Review: Summer Rolls cover photo

Review: Summer Rolls

Review: Summer Rolls cover photo

Mai’s parents fled Vietnam after the war ended and her father (Kwong Loke) was released from a re-education camp run by the Communist government. They joined their son, Anh (Michael Phong Le), who had been sent on ahead as an 11-year-old and who was settled in England.

Now the family is long reunited and living in Epping. Anh is graduating from university with a first-class degree in mathematics, and Mai is a rebellious teenager with an interest in photography.

Spanning more than a decade, Tuyen Do’s Summer Rolls (Park Theatre) is a fascinating glimpse into the lives and culture of Vietnamese refugees who came to England from the late seventies through to the 1980s seeking freedom only to find that opportunity was as scarce as the sunshine. Tuyen Do asks whether we can really be free if we carry the untold past with us - and shows how the legacy of war and secrets can become a burden on subsequent generations, in this case the lively Mai desperate to spread her wings.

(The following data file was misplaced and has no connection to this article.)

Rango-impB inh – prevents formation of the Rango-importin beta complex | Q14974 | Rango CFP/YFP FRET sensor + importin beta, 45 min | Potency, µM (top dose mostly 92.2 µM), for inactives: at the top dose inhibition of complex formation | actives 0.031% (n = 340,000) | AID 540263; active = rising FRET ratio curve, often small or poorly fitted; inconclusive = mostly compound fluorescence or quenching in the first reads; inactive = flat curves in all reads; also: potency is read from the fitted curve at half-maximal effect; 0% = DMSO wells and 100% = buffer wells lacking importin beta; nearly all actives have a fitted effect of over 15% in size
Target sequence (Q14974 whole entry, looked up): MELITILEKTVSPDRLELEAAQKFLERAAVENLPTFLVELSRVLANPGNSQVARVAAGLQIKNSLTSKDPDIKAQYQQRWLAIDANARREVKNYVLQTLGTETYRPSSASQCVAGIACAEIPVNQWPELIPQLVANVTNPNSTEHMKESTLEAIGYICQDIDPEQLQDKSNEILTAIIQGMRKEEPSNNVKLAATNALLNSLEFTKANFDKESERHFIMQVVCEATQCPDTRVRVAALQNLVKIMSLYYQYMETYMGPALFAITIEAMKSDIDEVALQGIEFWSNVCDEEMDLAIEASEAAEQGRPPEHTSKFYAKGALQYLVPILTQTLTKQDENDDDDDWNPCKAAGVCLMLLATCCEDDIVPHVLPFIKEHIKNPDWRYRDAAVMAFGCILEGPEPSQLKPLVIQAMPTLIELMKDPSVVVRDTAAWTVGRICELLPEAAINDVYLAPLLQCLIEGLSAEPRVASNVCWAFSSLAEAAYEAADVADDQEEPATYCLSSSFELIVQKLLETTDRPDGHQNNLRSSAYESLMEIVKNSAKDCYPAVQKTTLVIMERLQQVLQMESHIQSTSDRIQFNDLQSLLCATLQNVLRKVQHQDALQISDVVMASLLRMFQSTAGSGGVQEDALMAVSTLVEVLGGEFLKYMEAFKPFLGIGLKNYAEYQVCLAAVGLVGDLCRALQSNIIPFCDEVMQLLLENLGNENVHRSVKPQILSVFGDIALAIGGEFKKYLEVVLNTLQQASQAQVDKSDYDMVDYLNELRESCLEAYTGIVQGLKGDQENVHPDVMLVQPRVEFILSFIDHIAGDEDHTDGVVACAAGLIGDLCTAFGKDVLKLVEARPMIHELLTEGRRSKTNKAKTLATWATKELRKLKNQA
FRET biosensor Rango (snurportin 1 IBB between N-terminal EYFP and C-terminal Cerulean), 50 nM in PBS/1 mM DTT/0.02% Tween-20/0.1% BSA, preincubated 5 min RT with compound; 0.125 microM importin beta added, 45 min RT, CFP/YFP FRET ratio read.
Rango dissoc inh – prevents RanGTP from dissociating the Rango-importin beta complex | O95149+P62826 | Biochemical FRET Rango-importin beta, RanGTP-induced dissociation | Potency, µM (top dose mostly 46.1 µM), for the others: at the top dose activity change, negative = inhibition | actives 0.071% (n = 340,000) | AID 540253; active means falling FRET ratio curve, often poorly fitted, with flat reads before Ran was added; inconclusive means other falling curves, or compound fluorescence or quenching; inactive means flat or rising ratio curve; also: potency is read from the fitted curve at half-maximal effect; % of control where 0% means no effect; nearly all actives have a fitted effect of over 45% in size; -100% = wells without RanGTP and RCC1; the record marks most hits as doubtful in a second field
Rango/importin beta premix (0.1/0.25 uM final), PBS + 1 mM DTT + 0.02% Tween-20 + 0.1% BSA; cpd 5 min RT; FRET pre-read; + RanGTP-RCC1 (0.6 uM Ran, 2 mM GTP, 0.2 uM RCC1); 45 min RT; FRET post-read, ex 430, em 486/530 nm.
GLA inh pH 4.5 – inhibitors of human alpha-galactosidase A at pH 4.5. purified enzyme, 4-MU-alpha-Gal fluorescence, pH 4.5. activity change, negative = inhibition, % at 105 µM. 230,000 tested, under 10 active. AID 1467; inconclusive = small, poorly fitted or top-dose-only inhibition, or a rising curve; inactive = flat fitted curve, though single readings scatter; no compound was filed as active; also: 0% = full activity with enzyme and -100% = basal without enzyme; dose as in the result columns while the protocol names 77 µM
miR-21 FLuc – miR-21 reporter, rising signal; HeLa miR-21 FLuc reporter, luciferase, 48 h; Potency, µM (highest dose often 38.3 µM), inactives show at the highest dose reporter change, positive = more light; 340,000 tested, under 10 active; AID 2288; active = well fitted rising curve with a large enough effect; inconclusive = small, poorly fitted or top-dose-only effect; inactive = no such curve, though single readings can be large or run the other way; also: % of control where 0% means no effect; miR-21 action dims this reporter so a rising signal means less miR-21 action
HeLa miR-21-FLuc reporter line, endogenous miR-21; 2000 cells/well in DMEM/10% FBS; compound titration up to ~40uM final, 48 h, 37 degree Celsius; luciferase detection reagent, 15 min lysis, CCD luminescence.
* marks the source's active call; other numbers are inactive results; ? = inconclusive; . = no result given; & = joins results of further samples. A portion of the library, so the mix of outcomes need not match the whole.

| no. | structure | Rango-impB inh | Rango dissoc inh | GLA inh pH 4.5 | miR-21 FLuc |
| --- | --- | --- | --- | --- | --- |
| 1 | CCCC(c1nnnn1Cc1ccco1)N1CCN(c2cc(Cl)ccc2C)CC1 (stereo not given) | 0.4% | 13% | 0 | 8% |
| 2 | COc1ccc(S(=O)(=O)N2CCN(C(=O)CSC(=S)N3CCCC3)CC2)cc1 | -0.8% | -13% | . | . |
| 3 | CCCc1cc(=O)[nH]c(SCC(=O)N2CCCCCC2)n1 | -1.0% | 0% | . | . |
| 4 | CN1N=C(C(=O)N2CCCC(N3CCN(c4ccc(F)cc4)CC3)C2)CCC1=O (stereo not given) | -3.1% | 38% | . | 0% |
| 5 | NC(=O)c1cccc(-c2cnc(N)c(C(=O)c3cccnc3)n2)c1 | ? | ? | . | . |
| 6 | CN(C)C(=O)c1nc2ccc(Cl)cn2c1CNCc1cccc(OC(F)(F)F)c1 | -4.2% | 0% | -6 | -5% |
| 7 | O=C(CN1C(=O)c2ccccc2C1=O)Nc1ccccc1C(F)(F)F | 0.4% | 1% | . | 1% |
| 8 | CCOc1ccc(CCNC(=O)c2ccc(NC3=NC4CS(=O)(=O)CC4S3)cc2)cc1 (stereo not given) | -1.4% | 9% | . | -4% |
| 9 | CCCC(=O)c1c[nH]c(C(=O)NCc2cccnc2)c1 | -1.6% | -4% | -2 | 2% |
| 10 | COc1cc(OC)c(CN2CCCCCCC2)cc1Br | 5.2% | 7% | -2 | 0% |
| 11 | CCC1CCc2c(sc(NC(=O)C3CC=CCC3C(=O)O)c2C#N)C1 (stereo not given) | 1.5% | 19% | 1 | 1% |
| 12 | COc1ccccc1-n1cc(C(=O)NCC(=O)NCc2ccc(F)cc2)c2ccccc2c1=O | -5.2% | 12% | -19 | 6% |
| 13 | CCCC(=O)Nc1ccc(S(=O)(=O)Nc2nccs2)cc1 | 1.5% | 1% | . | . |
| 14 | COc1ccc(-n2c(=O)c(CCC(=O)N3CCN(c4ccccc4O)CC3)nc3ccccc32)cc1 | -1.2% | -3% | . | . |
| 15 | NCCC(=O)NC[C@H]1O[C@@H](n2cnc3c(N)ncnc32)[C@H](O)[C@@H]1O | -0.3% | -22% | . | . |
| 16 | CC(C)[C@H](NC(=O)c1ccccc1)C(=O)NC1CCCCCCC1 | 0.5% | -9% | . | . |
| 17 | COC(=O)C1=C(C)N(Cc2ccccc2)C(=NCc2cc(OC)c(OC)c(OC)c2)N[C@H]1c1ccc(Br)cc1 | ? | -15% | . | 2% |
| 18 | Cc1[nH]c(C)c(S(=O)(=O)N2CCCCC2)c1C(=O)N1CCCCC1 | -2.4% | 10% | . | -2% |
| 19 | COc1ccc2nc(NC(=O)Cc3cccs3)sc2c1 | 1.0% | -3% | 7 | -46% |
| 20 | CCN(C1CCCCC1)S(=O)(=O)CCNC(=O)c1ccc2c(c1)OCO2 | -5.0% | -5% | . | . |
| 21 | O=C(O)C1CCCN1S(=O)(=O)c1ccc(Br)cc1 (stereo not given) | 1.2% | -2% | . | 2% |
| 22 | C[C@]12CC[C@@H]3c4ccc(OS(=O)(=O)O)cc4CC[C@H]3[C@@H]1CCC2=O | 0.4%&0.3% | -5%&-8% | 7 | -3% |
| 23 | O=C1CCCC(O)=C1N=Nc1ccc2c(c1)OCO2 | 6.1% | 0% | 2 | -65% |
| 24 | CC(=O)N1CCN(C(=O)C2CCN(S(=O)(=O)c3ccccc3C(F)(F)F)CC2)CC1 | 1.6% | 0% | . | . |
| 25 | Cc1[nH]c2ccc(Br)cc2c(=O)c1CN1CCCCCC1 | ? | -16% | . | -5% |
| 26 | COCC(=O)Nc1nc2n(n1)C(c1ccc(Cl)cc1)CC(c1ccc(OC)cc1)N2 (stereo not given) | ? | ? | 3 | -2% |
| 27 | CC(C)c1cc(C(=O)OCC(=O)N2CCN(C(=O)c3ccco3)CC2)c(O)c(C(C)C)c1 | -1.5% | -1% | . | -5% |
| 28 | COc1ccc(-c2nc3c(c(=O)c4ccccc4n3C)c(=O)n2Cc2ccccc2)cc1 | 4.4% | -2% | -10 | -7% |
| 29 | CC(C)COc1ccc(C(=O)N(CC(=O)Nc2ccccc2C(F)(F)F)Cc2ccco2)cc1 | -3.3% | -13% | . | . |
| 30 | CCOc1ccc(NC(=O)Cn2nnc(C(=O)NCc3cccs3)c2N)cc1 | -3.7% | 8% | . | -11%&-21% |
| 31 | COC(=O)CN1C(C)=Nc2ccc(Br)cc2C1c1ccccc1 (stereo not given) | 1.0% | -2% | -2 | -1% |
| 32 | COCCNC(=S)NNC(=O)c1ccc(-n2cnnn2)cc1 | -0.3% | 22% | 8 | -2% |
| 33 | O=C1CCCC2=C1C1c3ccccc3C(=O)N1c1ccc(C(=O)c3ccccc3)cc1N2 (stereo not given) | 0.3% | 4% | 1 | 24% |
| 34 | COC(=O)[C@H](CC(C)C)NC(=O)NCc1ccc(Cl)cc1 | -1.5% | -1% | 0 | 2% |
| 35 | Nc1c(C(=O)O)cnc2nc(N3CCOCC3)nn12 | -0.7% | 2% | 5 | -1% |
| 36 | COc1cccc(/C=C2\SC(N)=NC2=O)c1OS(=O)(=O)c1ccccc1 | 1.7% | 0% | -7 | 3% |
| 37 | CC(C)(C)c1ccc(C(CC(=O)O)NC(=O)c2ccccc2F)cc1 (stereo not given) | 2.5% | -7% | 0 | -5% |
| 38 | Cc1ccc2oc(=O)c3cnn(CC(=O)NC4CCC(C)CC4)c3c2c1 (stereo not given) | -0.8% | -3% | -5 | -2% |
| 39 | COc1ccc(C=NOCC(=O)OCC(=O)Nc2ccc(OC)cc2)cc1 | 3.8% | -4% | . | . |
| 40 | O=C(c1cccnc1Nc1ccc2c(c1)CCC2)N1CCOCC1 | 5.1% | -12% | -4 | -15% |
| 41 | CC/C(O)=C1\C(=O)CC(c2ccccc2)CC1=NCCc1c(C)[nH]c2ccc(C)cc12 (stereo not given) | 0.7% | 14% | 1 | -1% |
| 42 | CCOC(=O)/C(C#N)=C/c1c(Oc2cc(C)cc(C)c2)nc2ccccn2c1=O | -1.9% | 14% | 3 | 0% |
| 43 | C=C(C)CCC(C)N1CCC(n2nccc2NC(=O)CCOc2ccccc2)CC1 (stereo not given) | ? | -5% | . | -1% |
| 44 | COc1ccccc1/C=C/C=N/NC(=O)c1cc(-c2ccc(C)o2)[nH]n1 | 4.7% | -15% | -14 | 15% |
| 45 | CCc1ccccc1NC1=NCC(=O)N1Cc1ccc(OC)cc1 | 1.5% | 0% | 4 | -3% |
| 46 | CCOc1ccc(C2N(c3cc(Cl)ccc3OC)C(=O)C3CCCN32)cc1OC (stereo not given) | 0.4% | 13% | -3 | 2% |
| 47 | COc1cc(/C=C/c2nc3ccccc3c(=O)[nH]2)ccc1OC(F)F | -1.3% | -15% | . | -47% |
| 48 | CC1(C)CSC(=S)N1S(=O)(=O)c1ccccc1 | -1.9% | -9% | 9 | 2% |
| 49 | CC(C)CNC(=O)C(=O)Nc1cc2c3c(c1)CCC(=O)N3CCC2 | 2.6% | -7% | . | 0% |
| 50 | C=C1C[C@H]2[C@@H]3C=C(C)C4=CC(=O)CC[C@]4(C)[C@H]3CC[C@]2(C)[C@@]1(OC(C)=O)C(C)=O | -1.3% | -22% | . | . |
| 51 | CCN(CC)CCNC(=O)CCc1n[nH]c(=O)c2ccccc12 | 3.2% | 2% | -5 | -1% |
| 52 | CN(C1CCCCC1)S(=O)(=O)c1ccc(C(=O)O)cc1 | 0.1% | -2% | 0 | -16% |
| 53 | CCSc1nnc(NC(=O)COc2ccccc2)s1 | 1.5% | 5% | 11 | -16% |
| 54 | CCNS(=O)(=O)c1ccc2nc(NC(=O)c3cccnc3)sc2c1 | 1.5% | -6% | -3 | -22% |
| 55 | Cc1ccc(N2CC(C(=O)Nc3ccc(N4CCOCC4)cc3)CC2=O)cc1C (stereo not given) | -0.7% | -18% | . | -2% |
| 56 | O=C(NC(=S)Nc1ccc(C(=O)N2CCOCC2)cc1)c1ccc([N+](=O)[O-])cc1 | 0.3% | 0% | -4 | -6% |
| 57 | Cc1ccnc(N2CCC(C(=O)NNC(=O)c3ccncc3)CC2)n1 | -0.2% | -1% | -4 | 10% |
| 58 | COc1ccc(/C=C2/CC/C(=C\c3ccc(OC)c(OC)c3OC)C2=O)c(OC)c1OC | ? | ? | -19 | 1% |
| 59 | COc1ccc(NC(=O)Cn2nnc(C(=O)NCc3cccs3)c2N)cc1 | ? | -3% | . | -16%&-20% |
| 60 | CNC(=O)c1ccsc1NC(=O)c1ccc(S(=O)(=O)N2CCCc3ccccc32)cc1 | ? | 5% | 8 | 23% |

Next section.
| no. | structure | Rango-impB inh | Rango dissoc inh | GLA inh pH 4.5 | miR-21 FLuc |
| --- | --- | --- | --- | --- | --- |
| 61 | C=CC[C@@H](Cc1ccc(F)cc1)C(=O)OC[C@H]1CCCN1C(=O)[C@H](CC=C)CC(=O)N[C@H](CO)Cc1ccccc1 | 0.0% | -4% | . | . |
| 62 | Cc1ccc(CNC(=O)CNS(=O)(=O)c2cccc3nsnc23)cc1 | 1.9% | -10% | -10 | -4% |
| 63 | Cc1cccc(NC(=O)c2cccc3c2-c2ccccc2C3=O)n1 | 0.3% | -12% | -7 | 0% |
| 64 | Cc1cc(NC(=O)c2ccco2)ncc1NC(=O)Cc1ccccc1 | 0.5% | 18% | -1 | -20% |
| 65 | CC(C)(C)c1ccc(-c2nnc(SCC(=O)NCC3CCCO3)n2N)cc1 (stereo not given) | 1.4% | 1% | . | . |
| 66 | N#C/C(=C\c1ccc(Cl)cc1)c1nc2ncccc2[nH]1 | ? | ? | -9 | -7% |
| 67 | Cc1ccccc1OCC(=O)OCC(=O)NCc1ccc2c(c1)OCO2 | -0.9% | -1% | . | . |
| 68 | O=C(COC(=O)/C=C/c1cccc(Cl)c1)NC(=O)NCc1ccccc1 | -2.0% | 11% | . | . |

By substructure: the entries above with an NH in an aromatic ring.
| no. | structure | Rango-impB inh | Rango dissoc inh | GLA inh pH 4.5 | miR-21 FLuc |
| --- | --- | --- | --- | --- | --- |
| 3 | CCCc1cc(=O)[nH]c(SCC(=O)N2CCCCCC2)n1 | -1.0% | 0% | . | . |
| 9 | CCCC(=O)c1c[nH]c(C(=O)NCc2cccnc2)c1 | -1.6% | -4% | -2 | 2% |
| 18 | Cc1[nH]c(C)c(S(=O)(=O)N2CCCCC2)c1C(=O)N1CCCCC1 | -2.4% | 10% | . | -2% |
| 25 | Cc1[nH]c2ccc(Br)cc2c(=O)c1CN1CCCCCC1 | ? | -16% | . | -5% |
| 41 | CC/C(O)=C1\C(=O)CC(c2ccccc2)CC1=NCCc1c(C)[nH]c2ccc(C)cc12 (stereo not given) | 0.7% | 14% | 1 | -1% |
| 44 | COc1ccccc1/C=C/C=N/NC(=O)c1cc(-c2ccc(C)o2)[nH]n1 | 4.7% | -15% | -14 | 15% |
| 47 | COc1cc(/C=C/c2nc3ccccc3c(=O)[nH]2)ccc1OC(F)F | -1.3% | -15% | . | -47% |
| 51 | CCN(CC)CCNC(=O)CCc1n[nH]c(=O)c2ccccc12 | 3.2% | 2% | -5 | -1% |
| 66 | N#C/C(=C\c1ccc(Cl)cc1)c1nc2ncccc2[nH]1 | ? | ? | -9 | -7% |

Michael Phong Le & Linh-Dan Pham. Photos by Danté Kim.

Do’s writing is fresh and her observations about Vietnamese family life and attitudes to education and gender always gripping. There is some sly humour too about different kinds of prejudice. She makes the unfamiliar familiar, in particular the tight-knit web of connections not just within the family but also with Mr Dinh (David Lee-Jones), the “uncle” who simultaneously exploits them but also gives them much needed work.

Do works hard to squeeze the emotional juice from this family saga and Kristine Landon-Smith’s production boasts some fine performances particularly from Anna Nguyen as Mai, a teenager discovering herself and first love with David (Keon Martial-Phillip). Linh-Dan Pham is excellent too, bringing complexity to the driven mother who circumstance has made tough and who sees tough love as the way to ensure her children’s advancement.

Keon Martial-Phillip & Anna Nguyen.

It’s a pity that the direction doesn’t play visually more with the idea that every photograph tells a story, and this family epic would have been a tighter and more pointed evening if the production had ironed out the repetitions and reined in the bagginess of a plot-heavy script. But there is much to enjoy in a play that demonstrates Maya Angelou’s assertion that “there is no greater agony than bearing an untold story inside you.”

Summer Rolls runs at the Park Theatre until Sat 13 Jul.

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